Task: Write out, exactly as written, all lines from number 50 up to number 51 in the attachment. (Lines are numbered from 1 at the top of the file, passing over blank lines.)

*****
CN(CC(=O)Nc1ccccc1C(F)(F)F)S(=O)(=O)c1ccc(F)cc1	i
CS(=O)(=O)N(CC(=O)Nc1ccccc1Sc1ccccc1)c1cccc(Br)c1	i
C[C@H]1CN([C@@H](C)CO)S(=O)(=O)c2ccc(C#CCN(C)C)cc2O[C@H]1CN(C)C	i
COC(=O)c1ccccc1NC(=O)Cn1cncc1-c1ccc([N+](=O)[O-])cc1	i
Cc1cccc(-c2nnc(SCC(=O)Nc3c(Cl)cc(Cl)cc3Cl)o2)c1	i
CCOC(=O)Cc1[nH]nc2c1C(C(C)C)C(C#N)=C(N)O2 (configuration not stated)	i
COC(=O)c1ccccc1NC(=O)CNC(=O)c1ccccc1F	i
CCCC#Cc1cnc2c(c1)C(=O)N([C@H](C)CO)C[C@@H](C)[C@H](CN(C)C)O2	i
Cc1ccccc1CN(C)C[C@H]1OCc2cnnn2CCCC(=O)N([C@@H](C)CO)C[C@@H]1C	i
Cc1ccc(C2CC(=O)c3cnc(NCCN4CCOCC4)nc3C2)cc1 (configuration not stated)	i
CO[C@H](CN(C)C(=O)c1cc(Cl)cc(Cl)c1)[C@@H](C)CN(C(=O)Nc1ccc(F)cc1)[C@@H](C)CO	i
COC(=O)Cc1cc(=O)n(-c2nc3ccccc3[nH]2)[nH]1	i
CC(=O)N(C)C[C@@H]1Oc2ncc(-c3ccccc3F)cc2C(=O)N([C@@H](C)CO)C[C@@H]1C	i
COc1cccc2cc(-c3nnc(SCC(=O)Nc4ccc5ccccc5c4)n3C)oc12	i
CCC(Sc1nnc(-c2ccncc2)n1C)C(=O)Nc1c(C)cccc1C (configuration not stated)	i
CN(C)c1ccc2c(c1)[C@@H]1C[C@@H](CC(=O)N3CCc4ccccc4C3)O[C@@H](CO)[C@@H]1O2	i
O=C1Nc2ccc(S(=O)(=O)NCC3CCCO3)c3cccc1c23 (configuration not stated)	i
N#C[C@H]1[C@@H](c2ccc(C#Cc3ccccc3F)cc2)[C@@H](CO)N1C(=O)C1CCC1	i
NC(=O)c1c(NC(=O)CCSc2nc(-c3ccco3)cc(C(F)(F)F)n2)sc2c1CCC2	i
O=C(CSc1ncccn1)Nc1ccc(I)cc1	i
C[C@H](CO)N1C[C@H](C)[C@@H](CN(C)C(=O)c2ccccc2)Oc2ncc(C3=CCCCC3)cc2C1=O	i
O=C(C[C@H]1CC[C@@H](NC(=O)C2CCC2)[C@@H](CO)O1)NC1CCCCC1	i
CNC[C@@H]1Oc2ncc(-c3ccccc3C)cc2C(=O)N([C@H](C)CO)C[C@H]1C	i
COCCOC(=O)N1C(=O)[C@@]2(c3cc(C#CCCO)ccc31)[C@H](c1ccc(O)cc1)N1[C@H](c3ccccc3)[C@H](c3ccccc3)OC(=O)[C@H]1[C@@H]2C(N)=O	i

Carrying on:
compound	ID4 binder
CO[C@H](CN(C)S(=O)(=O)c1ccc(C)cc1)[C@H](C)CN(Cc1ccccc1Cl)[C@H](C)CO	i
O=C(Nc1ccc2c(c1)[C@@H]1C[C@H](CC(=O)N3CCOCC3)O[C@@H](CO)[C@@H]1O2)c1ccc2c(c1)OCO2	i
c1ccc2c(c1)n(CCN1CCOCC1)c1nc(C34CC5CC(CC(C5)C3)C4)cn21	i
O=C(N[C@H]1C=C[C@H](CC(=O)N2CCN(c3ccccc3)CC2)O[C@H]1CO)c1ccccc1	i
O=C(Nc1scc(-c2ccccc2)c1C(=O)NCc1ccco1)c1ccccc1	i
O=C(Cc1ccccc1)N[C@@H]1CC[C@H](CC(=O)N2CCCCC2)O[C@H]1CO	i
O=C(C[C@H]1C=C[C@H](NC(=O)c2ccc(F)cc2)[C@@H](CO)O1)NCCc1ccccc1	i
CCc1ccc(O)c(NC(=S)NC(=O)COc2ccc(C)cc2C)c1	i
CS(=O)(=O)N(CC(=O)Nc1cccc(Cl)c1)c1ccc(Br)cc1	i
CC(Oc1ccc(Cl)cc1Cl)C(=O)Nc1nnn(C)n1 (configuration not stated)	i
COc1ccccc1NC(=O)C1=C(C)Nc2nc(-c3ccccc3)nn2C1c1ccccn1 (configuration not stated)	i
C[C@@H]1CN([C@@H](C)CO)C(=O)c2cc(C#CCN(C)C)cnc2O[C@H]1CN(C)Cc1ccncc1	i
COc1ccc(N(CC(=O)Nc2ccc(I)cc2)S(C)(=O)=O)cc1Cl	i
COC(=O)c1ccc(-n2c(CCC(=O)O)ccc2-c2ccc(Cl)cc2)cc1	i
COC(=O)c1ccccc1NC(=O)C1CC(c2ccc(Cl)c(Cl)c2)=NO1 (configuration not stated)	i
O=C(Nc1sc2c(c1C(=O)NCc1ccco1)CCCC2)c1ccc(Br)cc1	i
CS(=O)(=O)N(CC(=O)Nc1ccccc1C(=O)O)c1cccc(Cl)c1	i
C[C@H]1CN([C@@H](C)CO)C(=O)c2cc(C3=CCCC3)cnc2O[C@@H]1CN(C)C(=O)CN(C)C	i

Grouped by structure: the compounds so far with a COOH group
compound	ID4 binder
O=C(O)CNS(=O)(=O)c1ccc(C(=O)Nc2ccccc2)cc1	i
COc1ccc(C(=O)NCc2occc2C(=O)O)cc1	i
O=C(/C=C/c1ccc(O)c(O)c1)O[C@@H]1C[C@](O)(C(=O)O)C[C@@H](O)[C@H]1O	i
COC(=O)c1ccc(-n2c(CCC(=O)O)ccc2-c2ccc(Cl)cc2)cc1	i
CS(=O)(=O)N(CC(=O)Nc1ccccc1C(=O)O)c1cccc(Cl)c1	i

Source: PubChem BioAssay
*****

COC(=O)c1ccc(-n2c(CCC(=O)O)ccc2-c2ccc(Cl)cc2)cc1	i
CS(=O)(=O)N(CC(=O)Nc1ccccc1C(=O)O)c1cccc(Cl)c1	i